Pakistan’s HDI shame

Published October 22, 2018
The writer teaches politics and sociology at Lums.
The writer teaches politics and sociology at Lums.

IN the 2018 Human Development Index (HDI) rankings, Pakistan ranks 150th out of 189 countries. Since the previous iteration of the report was published in 2016, the country has actually slipped down a rank. The neighbour closest to it is Bangladesh at 136, while India sits at 130.

Several writers, including some on these pages, have talked about the inadequacies of Pakistan’s social or human development outcomes. These are often juxtaposed with a comparatively reasonable track record of economic growth over the last seven decades. This reality is well captured by the fact that our Gross National Income (in 2011 US dollars) is roughly 30 per cent greater than Bangladesh, but our expected years of schooling and average life expectancy is around three and six years less respectively.

We know that human development is important as an end in and of itself, as well as a way of accelerating overall socioeconomic welfare outcomes. How and why have others in our geographic neighbourhood been more successful on this front? Existing research provides several explanations, and nearly all assign causal value to historical junctures, politics, the agency of politicised social groups, and the role of key decision-makers in their development stories.

How and why have others in our geographic neighbourhood been more successful on the human development front?

The case of Bangladesh, for example, is well covered by Naomi Hossain’s 2017 book The Aid Lab. She argues that, among other key factors, the events during and following the aftermath of state formation in 1971 — civil war, famine, and a subsequent government overthrow — propelled future power holders of all stripes to seek legitimacy through their ability to protect the people from adversity. This consensus of sorts pervaded across decision-makers, helped set expectations of the public, and cultivated a new ‘moral economy’ in which the state was obliged to deliver on some key development goals.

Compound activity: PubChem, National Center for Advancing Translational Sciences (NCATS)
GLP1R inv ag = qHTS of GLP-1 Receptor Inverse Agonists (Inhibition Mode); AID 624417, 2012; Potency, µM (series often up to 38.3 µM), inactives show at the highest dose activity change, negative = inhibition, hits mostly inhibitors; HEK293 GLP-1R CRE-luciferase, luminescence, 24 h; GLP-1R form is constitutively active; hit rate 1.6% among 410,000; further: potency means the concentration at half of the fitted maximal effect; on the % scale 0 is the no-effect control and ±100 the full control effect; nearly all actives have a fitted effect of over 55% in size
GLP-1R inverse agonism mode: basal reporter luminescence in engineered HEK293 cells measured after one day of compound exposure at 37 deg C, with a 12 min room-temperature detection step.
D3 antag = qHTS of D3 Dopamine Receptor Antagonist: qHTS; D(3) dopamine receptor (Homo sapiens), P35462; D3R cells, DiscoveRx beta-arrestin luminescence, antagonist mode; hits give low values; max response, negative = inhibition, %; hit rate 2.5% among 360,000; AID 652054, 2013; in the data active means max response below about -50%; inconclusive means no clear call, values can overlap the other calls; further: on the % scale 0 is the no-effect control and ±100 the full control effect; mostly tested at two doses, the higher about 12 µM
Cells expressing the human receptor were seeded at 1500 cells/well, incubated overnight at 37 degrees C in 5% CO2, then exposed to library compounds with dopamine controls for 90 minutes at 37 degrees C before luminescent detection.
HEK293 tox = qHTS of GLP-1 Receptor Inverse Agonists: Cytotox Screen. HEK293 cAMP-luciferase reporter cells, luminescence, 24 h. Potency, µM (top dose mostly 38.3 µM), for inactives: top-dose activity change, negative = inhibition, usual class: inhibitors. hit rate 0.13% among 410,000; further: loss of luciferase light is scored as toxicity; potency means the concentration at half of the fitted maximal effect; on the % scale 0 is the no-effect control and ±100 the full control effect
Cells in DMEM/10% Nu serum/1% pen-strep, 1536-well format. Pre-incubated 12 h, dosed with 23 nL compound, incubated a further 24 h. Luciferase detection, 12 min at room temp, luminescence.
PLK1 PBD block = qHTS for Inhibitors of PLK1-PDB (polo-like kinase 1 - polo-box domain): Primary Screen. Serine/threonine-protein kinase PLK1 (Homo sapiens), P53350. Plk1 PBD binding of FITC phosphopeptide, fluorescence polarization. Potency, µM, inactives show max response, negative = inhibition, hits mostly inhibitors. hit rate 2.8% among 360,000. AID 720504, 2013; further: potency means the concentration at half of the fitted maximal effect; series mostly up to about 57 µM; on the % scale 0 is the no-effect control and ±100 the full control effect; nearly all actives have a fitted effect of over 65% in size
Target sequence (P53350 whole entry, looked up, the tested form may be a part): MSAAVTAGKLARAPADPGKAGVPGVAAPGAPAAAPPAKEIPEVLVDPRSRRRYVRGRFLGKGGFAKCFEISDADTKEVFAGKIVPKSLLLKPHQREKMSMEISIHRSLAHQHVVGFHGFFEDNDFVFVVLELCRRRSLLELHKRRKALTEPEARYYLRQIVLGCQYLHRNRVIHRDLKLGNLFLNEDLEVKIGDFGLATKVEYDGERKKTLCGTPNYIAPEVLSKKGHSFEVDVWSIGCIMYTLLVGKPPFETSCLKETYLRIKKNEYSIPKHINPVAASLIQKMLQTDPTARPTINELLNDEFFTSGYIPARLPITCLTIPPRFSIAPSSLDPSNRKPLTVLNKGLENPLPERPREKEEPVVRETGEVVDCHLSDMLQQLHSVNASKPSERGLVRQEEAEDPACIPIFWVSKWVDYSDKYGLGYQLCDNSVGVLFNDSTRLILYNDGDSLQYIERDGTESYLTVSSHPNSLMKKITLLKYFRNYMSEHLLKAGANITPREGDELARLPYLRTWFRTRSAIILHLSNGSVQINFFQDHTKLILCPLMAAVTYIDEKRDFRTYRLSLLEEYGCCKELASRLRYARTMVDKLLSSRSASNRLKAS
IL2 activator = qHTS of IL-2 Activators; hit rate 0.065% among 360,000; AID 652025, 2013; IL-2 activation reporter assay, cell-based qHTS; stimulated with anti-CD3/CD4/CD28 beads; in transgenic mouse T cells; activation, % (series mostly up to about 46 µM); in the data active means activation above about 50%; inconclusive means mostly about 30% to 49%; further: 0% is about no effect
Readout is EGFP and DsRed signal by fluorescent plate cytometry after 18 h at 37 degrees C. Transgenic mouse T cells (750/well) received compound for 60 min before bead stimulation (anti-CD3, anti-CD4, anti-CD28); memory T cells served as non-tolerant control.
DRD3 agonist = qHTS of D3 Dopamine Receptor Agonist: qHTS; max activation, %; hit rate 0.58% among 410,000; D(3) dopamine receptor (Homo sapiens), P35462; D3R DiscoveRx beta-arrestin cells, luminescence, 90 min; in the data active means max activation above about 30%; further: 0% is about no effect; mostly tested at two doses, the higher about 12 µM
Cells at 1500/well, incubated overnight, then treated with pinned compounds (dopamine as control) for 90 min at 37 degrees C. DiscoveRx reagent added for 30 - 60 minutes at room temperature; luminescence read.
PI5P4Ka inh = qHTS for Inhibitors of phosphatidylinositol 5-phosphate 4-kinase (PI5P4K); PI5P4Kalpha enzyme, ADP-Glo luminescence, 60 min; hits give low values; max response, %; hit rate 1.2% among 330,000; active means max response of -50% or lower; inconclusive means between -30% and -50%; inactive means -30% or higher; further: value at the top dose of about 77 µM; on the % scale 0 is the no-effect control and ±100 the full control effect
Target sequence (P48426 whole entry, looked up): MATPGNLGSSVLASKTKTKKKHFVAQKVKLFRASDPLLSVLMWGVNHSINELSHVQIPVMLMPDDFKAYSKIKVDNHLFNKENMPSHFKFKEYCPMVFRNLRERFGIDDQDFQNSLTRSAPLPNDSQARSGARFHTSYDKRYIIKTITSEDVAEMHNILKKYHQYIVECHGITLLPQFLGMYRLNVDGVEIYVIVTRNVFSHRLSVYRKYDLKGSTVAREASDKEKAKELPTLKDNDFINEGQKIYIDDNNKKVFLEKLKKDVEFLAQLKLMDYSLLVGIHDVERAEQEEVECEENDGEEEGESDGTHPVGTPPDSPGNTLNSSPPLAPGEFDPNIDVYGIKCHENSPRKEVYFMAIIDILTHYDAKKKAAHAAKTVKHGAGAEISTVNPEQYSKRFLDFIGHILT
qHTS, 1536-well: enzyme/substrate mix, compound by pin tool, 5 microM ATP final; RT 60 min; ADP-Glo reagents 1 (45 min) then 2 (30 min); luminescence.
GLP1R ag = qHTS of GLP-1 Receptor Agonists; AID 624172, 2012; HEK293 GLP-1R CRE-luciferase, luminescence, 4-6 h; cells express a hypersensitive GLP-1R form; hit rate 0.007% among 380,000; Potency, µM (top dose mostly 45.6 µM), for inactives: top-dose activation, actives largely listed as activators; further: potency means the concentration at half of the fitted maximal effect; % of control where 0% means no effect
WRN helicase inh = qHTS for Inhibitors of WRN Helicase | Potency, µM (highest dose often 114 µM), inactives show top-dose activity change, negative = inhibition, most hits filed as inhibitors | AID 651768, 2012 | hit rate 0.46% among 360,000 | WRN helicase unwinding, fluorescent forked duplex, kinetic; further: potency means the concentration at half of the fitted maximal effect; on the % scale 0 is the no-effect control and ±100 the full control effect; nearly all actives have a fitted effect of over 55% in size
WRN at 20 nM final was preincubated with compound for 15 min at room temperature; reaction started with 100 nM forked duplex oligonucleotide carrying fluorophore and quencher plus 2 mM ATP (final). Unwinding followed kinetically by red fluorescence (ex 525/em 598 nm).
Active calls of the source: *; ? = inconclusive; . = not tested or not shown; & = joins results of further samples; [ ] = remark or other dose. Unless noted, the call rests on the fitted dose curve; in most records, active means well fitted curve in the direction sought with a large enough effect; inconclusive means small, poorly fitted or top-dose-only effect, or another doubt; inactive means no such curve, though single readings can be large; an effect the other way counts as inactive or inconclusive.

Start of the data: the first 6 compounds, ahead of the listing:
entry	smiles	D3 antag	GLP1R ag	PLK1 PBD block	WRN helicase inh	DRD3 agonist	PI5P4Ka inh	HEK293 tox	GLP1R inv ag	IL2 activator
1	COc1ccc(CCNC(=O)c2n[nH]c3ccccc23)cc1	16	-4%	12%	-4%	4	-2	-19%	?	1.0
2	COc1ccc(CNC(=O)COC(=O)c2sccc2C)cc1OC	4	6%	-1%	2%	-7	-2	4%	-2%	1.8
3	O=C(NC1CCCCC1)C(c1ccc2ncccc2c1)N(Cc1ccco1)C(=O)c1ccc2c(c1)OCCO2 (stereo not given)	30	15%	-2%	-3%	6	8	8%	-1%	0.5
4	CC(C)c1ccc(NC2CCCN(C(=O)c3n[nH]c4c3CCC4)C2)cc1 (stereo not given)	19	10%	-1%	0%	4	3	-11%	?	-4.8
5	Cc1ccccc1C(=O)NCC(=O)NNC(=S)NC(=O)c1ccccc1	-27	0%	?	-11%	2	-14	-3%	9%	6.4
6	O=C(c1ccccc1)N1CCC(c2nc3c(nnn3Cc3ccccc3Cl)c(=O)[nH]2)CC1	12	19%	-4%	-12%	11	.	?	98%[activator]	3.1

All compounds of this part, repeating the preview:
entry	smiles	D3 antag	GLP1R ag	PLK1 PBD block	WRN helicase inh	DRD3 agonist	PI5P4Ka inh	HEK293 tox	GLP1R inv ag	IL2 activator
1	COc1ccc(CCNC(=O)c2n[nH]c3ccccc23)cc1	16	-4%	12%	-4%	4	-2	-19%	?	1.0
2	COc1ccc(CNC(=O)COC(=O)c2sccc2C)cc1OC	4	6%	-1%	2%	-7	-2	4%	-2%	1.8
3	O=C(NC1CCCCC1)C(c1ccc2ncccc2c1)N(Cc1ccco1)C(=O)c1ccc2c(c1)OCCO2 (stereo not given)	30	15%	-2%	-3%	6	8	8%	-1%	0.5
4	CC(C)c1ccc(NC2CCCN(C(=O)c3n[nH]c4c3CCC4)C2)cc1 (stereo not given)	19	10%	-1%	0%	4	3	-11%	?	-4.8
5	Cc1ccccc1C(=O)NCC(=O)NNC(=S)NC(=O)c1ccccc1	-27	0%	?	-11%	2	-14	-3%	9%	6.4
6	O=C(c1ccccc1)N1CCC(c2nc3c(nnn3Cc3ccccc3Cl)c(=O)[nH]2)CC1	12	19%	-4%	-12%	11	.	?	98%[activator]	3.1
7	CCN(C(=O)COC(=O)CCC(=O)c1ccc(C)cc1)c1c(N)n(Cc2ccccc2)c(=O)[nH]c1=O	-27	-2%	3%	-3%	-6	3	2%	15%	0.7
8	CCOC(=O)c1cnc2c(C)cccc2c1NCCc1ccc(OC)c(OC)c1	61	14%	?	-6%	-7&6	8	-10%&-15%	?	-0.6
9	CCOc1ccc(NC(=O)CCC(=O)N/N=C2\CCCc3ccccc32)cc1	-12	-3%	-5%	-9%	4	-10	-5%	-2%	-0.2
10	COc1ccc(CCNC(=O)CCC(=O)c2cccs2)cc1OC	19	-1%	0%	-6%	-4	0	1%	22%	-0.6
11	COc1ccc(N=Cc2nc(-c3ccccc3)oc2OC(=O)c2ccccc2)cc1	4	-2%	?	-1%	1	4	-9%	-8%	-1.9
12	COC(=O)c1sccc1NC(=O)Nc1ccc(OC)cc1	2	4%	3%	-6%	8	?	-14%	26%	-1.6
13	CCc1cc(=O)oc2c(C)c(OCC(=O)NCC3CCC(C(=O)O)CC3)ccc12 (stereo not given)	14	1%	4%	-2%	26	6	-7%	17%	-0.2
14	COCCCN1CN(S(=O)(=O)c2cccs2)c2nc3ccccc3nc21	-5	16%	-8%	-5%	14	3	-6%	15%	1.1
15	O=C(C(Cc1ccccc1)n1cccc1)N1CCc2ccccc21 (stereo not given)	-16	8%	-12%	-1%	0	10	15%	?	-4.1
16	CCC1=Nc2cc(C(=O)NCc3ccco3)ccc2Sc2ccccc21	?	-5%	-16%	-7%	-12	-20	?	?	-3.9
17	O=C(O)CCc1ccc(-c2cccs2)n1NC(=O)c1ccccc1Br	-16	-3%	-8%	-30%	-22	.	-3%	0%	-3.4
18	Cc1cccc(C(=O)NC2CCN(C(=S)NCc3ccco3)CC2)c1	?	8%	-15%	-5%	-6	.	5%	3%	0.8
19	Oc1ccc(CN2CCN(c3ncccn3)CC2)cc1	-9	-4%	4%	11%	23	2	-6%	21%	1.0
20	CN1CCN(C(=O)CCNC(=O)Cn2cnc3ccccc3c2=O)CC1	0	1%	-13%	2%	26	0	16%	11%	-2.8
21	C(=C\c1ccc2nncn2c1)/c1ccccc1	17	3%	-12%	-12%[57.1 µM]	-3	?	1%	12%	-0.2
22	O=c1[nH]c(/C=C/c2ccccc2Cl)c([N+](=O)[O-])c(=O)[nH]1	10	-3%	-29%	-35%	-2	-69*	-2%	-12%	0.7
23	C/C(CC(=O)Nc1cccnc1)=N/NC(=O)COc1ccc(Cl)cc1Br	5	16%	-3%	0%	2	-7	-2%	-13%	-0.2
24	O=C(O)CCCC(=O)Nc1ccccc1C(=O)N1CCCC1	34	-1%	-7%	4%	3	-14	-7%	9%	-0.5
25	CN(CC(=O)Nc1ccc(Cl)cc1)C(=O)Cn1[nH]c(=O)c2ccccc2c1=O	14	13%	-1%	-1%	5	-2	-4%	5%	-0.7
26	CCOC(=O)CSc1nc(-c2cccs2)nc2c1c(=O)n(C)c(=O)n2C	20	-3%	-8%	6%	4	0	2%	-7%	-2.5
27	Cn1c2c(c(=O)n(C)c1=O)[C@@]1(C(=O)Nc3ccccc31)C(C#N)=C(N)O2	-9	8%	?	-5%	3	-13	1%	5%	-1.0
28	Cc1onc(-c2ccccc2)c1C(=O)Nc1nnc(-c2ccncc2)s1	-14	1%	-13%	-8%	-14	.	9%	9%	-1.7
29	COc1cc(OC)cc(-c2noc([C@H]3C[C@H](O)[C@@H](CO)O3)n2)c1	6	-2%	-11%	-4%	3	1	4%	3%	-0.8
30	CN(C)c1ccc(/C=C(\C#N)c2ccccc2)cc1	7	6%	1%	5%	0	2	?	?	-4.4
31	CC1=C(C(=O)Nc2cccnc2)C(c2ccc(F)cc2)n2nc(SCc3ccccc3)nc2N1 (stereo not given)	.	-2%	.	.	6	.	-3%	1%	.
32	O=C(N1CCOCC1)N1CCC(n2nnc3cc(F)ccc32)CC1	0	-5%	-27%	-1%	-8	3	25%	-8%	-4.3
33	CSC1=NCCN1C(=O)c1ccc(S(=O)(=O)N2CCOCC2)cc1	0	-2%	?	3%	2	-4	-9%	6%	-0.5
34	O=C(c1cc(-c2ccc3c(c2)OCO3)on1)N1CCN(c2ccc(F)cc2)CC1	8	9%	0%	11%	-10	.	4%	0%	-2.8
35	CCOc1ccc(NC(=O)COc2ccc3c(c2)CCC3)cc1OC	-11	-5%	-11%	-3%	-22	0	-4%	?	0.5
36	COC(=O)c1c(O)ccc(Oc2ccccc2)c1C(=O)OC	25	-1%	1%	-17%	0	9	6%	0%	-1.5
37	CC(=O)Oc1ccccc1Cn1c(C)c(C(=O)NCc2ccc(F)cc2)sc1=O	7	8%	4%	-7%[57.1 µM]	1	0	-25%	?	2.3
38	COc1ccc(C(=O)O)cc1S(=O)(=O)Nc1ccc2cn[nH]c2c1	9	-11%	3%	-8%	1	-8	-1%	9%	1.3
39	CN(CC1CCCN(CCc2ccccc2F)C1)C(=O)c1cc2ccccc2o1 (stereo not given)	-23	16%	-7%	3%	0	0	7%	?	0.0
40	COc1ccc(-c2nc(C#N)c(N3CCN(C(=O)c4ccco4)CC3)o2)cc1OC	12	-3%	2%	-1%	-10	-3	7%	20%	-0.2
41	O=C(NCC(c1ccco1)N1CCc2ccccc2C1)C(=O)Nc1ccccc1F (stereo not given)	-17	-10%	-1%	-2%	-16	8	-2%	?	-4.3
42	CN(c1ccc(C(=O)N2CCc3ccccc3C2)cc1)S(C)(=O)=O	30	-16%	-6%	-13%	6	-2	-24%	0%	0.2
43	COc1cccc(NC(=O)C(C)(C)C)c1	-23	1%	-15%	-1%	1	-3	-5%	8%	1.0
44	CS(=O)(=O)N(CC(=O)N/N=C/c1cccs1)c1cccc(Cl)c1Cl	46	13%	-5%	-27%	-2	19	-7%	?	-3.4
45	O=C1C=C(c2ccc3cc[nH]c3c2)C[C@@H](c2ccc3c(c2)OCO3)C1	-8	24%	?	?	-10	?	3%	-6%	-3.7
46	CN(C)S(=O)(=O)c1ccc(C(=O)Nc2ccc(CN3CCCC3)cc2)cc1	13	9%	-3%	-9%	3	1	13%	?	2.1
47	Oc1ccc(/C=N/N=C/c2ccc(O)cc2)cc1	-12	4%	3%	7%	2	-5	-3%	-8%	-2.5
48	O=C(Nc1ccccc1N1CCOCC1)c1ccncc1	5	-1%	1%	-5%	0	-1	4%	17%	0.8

Once in place, the development-oriented social contract between state and society in Bangladesh has proven to be quite resilient, even when the arena of elite politics remains wracked with violent instability, civil-military imbalances, and other regressive trends. As a result, we see expected education attainment at 11 years of schooling; infant mortality climb down from 258/1,000 in 1961 to 47 in 2011; and women who were having seven kids in 1961 are now having two, which means a country which once had a population larger than (West) Pakistan is now home to 20 million fewer people.

Other stories from Pakistan’s region showcase alternative routes to improved human development outcomes. The sub-national case of the Indian state of Kerala is another instructive one. Here the story is less about consensual prioritisation of development among elite decision-makers (a supply-led model), and more about class-based social mobilisation organised by a political party from below (ie demand-led).